An Open Letter About Art by Fernando Olea

fernando-olea-artist-avatarWhen I talk about art, I am not sure if I am in agreement with “talking about my art.” It is relative and irrelevant. What could I think or say about my art? Imagine that I said: “This is a marvelous art work that Fernando Olea has accomplished. He has emphasized in a formidable way the warm tones, giving a sensation of peace and harmony.” Ridiculous, right? I would prefer then, to talk about art as one of my passions and not as one of my feats.

Because practically every person sees and feels art in a totally different way, I could say that art, and how to see art, is simply subjective. Now, there is something in common with practically every person. Who doesn’t like art? I don’t think I have found yet a person who didn’t like art. Interesting, right? Every person has a deep love for art of one kind or another, somewhere inside.

The equation of art seems fairly simple. The artist produces what he/she likes or what he or she had chosen. The art lover then, buys or accepts what he/she likes. Both poles seeks a connection. Then, there is the art critic. In my viewpoint, he’s out of the equation. Critics simply don’t contribute absolutely in any aspect of art. For example, one can read a movie review. The movie, as per the critic, is a disaster, although one could consider that movie pretty good. The critic’s voice, in my opinion, is merely a noise. Nor has it contributed to make a better movie. It hasn’t either helped the spectator, because each person creates his own opinion about it. When I watch a movie, I want to form my own opinion. When I go to an art museum or when listening to music, I don’t need someone to tell me what I should like, accept or dislike.

Then there is the question: Who are my favorite painters? It’s a difficult question. Generally, I answer with another question. Which art movement are we talking here? It would be very difficult to compare Peter Paul Rubens with Picasso. How can we compare them if there are two entirely different art movements represented! I have favorite artists by eras or art movements.

I do have favorites for certain art movements, but not all of them. I love art from Impressionism and earlier. Those masters used to paint a lot of people and landscapes in an exceptional way.

My love for art started at an early age. Obviously, I used to draw as a child, like any other child does. We all have this in our lives, at some point or another. Per my mother, at 4 years old I had “painted” our new apartment’s walls with Crayola. I cannot remember what thoughts had crossed my mind. Maybe the walls were too plain looking?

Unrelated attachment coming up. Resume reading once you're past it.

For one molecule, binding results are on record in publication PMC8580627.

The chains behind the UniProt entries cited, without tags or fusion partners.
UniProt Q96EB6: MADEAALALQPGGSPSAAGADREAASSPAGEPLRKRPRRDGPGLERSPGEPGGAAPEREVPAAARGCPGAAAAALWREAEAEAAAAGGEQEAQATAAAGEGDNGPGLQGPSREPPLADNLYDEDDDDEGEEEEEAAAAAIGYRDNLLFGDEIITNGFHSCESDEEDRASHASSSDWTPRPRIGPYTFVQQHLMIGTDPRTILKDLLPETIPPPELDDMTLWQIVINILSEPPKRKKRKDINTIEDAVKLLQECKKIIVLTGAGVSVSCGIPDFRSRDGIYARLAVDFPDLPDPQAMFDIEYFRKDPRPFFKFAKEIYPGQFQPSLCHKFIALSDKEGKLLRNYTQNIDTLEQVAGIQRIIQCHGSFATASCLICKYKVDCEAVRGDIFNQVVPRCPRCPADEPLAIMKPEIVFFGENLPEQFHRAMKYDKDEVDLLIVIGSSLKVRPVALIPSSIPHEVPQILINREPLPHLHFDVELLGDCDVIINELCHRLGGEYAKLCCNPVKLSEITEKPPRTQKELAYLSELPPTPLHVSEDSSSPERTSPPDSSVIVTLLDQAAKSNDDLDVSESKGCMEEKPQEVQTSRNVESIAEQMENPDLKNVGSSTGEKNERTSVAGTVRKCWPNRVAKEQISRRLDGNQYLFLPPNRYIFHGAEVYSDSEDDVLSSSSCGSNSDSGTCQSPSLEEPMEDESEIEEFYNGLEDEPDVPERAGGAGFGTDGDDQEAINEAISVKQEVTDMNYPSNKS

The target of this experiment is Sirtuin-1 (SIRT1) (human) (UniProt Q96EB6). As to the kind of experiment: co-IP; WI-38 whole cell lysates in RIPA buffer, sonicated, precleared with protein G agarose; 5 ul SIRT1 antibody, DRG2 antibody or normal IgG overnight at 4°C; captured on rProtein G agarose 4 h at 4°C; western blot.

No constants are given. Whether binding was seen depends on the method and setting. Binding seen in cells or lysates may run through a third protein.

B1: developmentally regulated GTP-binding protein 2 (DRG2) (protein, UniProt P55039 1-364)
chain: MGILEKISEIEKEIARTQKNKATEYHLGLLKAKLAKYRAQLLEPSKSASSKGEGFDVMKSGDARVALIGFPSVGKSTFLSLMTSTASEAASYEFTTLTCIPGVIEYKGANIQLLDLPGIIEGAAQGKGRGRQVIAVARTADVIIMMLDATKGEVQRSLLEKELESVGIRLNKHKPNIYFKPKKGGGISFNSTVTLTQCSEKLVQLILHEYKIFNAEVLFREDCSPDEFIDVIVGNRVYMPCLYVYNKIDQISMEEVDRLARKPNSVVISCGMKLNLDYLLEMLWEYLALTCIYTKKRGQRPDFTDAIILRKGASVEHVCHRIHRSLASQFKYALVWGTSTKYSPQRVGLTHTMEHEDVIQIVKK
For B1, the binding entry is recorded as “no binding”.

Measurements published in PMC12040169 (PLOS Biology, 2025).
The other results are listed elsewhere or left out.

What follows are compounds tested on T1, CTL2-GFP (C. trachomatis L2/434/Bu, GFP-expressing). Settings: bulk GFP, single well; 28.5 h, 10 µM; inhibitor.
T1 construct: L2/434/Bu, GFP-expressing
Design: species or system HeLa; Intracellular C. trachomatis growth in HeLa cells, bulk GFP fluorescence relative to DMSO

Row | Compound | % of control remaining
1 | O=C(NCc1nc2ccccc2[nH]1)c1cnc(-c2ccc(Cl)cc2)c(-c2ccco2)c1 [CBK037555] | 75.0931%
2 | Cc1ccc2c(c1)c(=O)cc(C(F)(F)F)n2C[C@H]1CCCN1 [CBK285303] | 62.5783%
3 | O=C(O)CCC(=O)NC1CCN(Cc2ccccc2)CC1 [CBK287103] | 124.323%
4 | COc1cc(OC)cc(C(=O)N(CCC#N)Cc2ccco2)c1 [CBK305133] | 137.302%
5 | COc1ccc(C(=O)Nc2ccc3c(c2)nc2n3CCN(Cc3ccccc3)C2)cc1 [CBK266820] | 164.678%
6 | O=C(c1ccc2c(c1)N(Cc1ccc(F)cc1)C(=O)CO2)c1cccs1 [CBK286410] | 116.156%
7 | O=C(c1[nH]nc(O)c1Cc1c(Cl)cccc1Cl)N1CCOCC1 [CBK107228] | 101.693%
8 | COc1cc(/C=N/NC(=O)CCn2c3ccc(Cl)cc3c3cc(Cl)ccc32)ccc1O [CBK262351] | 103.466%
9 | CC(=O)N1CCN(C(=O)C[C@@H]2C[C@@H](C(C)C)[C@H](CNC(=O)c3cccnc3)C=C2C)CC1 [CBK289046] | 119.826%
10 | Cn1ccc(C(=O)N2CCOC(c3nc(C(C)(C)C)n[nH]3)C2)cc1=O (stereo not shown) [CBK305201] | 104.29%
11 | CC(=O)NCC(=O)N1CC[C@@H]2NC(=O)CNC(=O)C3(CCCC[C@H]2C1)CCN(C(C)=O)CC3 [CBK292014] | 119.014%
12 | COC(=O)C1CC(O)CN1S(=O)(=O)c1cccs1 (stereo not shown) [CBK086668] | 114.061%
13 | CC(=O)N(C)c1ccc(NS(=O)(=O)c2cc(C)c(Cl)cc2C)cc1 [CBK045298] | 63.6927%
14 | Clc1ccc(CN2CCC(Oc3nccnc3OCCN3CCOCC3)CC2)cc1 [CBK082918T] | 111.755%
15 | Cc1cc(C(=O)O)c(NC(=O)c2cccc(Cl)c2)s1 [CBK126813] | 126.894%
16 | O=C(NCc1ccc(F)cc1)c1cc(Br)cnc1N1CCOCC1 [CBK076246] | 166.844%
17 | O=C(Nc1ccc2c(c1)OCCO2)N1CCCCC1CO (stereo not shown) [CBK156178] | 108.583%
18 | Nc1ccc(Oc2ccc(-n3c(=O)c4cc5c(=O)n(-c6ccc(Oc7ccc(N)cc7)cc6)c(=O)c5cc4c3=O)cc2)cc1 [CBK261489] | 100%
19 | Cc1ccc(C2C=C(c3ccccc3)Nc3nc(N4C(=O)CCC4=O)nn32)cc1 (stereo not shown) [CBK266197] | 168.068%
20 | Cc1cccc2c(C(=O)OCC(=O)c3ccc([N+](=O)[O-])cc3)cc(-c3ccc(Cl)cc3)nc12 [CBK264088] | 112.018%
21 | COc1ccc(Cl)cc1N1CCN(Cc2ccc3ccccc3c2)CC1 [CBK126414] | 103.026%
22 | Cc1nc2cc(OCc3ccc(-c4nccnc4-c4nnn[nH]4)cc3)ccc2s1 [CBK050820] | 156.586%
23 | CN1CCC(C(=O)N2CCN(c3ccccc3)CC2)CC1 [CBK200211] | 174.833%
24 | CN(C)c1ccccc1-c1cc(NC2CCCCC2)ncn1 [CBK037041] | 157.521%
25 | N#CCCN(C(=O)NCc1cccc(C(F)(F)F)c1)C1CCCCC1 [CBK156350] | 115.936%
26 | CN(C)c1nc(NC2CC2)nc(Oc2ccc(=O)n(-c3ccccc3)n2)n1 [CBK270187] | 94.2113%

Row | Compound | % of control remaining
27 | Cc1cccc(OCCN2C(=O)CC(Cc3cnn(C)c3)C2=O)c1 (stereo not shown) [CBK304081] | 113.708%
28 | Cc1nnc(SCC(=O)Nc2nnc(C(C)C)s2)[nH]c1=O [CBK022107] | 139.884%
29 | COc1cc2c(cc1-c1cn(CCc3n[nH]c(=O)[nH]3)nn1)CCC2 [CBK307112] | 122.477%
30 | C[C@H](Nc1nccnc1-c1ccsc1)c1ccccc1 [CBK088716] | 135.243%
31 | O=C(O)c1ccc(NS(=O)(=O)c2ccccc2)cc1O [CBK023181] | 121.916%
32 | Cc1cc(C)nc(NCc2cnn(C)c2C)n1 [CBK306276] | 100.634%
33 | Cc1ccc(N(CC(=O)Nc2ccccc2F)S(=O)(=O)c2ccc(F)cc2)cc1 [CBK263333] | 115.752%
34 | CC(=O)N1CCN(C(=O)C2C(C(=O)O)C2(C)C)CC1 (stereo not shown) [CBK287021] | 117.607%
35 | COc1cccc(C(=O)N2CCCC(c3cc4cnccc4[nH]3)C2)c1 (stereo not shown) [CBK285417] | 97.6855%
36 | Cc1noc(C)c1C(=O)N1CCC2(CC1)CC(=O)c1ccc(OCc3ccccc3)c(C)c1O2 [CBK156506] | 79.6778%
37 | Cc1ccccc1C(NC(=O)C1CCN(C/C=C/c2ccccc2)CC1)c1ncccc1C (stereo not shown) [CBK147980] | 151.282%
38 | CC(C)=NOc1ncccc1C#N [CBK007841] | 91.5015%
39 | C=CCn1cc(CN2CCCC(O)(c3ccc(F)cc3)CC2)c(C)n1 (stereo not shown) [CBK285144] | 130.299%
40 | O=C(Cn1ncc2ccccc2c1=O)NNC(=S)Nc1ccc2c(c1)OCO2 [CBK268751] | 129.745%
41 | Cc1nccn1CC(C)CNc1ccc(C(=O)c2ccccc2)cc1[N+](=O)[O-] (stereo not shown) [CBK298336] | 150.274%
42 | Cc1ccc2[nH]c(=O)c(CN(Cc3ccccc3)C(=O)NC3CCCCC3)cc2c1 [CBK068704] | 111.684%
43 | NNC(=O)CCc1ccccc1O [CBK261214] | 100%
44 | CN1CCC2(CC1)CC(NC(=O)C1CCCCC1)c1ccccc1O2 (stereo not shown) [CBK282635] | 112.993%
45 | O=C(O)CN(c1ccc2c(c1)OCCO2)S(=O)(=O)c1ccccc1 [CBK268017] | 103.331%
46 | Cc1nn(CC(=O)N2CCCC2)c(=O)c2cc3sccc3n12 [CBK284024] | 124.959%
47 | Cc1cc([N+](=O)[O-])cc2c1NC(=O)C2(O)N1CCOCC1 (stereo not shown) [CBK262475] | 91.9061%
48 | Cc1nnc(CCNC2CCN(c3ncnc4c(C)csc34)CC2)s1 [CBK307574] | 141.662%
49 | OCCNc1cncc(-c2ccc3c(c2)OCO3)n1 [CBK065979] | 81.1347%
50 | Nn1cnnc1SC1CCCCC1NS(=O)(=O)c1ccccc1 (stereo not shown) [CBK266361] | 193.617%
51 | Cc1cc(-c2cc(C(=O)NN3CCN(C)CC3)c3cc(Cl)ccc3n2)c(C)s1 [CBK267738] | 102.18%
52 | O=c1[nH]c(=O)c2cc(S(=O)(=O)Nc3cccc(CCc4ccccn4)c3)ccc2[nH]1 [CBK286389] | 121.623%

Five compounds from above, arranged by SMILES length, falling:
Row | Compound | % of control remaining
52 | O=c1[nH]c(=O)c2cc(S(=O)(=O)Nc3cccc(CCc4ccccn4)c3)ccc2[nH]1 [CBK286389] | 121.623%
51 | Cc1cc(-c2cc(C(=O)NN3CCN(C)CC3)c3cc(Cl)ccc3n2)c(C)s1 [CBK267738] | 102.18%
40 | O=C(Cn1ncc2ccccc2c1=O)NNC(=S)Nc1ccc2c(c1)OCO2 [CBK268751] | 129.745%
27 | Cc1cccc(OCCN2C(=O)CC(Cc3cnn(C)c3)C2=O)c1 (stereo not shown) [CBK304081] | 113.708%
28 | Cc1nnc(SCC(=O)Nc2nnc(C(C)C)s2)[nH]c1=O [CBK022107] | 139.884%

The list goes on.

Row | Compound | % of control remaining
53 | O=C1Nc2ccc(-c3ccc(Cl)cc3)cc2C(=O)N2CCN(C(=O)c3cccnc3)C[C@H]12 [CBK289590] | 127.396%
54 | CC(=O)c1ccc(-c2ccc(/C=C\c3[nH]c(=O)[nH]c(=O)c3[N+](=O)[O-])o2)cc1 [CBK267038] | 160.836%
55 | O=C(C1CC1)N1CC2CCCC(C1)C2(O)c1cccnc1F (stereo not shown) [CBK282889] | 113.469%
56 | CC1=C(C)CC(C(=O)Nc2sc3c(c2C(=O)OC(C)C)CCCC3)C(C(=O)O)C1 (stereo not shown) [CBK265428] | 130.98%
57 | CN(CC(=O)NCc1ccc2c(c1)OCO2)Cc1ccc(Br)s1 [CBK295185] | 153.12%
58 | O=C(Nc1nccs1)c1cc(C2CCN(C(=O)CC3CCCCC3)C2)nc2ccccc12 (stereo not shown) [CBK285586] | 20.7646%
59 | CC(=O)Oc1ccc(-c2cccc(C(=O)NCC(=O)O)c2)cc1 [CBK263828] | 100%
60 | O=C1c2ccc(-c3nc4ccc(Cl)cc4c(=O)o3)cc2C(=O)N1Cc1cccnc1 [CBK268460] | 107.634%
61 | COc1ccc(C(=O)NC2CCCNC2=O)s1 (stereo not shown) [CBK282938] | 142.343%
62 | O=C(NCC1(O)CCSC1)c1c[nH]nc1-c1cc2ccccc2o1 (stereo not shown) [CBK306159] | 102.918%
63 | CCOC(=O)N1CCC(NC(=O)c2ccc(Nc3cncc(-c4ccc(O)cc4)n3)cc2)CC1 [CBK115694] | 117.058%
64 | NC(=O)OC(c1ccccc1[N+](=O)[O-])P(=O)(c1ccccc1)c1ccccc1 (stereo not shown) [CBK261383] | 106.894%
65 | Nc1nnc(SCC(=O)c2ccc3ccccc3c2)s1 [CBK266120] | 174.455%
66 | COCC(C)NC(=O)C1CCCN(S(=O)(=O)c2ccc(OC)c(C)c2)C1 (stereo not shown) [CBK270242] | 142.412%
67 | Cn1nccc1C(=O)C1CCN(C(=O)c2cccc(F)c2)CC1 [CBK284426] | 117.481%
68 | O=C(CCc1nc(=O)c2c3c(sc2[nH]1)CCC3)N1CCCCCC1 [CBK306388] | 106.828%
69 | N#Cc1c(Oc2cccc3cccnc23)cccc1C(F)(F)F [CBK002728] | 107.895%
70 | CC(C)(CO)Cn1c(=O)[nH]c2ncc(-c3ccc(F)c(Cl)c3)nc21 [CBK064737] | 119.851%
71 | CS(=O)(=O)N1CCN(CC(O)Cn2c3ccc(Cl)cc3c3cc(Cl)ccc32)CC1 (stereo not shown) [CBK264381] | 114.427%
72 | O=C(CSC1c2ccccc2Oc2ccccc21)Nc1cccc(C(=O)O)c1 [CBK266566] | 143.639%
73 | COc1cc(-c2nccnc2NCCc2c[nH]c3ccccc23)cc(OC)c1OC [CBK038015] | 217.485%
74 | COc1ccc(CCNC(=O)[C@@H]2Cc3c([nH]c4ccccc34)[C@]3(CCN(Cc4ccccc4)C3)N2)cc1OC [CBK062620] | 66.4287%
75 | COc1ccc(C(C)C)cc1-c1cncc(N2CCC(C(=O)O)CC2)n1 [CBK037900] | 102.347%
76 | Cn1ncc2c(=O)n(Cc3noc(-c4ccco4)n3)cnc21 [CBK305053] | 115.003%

On one occasion, as school homework, I drew the Argentinian liberator, José de San Martín, using colors, highlights and shadows. The teacher saw it and she scolded me, saying that my parents weren’t supposed to help me with this particular homework. But I made it! I still remember that drawing today. Soon after, my mother felt that I might be able to express, focus and learn more at an art school. So, at the age of 8 years old, I went to my first local art school and learned drawing, painting and ceramics. Wow! That was fun!

Some years later, when I was 12 years old, I had to face the challenge of choosing my high school. There were several options. I considered most as a waste of time. Like the 5-year generic ones without any orientation in a specific profession until, it is time for university at 18-years of age. All right, the school I had chosen was a technical school: Raggio’s Municipal Technical Schools or as we used to call it “The Raggio.” The school’s approach was a 6-year study program, instead of 5‚ like in an average school. But not only that, the school’s program offered me 2 certificates upon completion: one as an Illustrator, the other one oriented to graphic design and advertising. So I took the Raggio’s way! What a joy to be able to learn academic drawing and painting in a school for more than 15 hours every week. Oh, except for my first teacher. She had suggested, in my first year there, that it would be a good idea for me to change my career, because I didn’t have any artistic talent. She even called my mother to convince her. Luckily, my mother stood her ground and shut her up by saying that I would continue with this career if that was what I wanted to do. Some rocks on the road can make a person stumble. Those rocks made me even stronger, knowing that I would need to put in additional effort in order to succeed in the subject with the mad teacher.

Something interesting about art is that the learning seems to never end. I really think that there doesn’t exist a limit for it. I am almost positive that this applies also to any other professional field. I am still learning art and I learn from other artists too. It is a passion and a big part of my life.